Arguments for invitation to treat and an offer Essay
The English Law on the formation of contracts generally requires there to be an offer and a matching acceptance. The offer must set out and refer to the object for sale and all the important terms of the contract. The acceptance must indicate agreement to all the terms of contract. If it does not do so, the acceptance will be regarded as a counter-offer which is capable of rejecting the original offer, thereby making it incapable of acceptance later (Hyde v Wrench (1840) CC 49 ER 132).
There are two offers, the one made by Susan through the advertisement on the 1st of March and that of Alice in response to the initial offer on the 27th of March that amounted to a counter-offer. There is also the issue of the application of the postal rule and its limitations in the case of Tahir, the issue of instantaneous communications and when the revocation of an offer becomes effective in the case of Emma and its rules.
In Tahir’s case, the letter and enclosed Cheque he sent on the 27th of March would have been the most preferable choice of acceptance because the general postal rule would have applied easily which allows the effectiveness of a posted acceptance to start right from when it was posted, so as to enhance the effectiveness of businesses, if they can start working farther on the assumption that there is a binding contract between both parties as in Adams v Lindsell (1818).
But, the fact that Susan defined the terms of the contract by stating the modes of acceptance and payment that was acceptable, which does not include a letter or a cheque makes the postal rule ineffective on Tahir’s letter, as it is unacceptable. Although, sending a letter as a form of acceptance was reasonable; there is no binding contract between Susan and Tahir because of the definition of terms and conditions of the offer. 2 Alice’s letter on the 27th of March is a counter-offer which is capable of rejecting the original offer.
If Alice had not altered the terms of the offer, which resulted in an offer of her own, The letter would have been an acceptance, and the usual rule when a letter of acceptance is sent in reply to an offer is that the acceptance takes effect on posting, ensuring there is a binding contract. However, this postal rule has no application here, since; the case of Holwell securities v Hughes (1974) makes it clear that the rule can be avoided by a specific request in the terms of the offer according to LAWTON L. J “Now in this case, the “notice in writing” was to be one “to the intending vendor.
It was to be an intimation to him that the grantee had exercised the option: he was the one who was to be fixed with the information contained in the writing. He never was, because the letter carrying the information went astray. The plaintiffs were unable to do what the agreement said they were to do, namely, fix the defendant with knowledge that they had decided to buy his property. If this construction of the option clause is correct, there is no room for the application of any rule of law relating to the acceptance of offers by posting letters since the option agreement stipulated what had to be done to exercise the option.
On this ground alone I would dismiss the appeal”. Considering, the email Alice sent on the 28th of March, which would have been the most suitable form of acceptance as at that time, although it was sent on Friday, it was out of office hours and so Susan is unable to read it, therefore the acceptance was not communicated as the instantaneous communications rules requires as in Entores v Miles East Corp. It is generally agreed that the instantaneous communications will cover the email, and so the time of communication, rather than the time of sending, is the relevant time.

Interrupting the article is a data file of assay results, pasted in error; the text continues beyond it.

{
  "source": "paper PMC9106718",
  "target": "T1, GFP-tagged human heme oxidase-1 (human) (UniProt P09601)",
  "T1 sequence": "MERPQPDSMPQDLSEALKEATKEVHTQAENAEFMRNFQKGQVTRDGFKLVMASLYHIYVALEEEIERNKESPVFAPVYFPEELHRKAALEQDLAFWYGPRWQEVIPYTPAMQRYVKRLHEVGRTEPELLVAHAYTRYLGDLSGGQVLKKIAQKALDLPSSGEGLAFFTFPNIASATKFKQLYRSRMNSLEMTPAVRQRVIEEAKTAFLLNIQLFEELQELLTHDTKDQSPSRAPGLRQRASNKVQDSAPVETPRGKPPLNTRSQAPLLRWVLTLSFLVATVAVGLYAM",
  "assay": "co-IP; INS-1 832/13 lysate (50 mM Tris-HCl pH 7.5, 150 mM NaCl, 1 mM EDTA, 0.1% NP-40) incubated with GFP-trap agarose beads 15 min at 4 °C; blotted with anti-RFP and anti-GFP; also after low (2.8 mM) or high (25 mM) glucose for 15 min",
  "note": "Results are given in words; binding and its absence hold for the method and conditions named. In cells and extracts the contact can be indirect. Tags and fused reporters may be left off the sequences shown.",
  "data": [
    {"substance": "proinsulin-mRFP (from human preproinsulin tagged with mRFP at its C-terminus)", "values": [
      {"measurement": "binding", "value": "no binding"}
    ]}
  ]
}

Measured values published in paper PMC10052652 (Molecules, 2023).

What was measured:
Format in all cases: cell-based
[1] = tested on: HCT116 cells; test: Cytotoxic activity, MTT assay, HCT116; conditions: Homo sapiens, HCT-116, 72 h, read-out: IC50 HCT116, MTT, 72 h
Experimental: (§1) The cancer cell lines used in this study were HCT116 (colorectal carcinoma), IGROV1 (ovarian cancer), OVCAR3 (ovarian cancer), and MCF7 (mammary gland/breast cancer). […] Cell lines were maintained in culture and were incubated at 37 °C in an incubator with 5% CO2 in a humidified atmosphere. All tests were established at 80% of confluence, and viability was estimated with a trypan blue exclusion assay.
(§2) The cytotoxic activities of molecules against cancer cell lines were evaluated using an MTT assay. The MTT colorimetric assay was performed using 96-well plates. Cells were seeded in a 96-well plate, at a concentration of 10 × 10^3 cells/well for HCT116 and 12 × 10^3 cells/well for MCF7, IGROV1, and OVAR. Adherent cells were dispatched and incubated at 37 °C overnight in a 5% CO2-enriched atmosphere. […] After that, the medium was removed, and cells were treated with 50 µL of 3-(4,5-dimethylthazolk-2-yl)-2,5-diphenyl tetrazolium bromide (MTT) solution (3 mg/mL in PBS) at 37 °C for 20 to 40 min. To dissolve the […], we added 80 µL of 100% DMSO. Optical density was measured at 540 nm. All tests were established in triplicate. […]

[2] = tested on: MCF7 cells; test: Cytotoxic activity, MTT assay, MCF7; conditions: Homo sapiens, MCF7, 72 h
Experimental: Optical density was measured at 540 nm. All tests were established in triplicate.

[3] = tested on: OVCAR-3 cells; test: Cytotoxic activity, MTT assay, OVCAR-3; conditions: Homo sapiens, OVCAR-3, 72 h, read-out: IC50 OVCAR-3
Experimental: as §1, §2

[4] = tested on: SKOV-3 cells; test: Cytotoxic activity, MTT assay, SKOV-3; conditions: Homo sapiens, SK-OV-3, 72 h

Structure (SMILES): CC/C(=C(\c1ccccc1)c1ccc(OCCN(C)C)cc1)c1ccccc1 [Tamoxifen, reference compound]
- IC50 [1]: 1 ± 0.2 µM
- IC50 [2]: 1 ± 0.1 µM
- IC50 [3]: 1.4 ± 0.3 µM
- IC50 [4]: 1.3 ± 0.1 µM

Applying this rule to Alice’s email, the email has no effect because as at the time it was communicated the offer was no longer capable of acceptance. Alice has no binding contract with Susan because her letter was a counter-offer and the email was communicated when the offer was already withdrawn. The case law on revocation of offers establishes that offers can be withdrawn at any time prior to acceptance (Payne v Cave (1789)), provided that the withdrawal is communicated to the offeree.
The latter point is reinforced by the decision in Byrne v Van Tienhoven (1880), which concerns the revocation of an offer by telegram. Applying this to the dealings of Emma and Susan, If Susan received Emma’s email before the revocation was published in the papers, the revocation will be ineffective, and there will be a binding contract. This assumes, however, that the advert is deemed to be communicated to Emma as soon as it was published and available to read on the 29th of March, because the information in the advert is sufficient notification to Emma that Susan has withdrawn the offer. Although, Emma may want to argue that the offer was open until the 31st of March, therefore they have a binding contract. This is not so, using the case of Routledge v Grant (1828), in which it was held that a promise of this kind will not generally be binding. The reason is that the promise will generally not have provided any consideration for the promise.
If Susan had been given any amount of money or valuable in return for keeping the offer open until the 31st of march, then consideration would have been provided, and she would be bounded to her promise but in the absence of such she is free to withdraw the offer anytime. Therefore, Emma’s email has no effect because, she bears the responsibility of reading the revocation in the paper as Susan has taken the most reasonable form of communicating the revocation in this case. In conclusion, there is no binding contract between Susan and the other parties.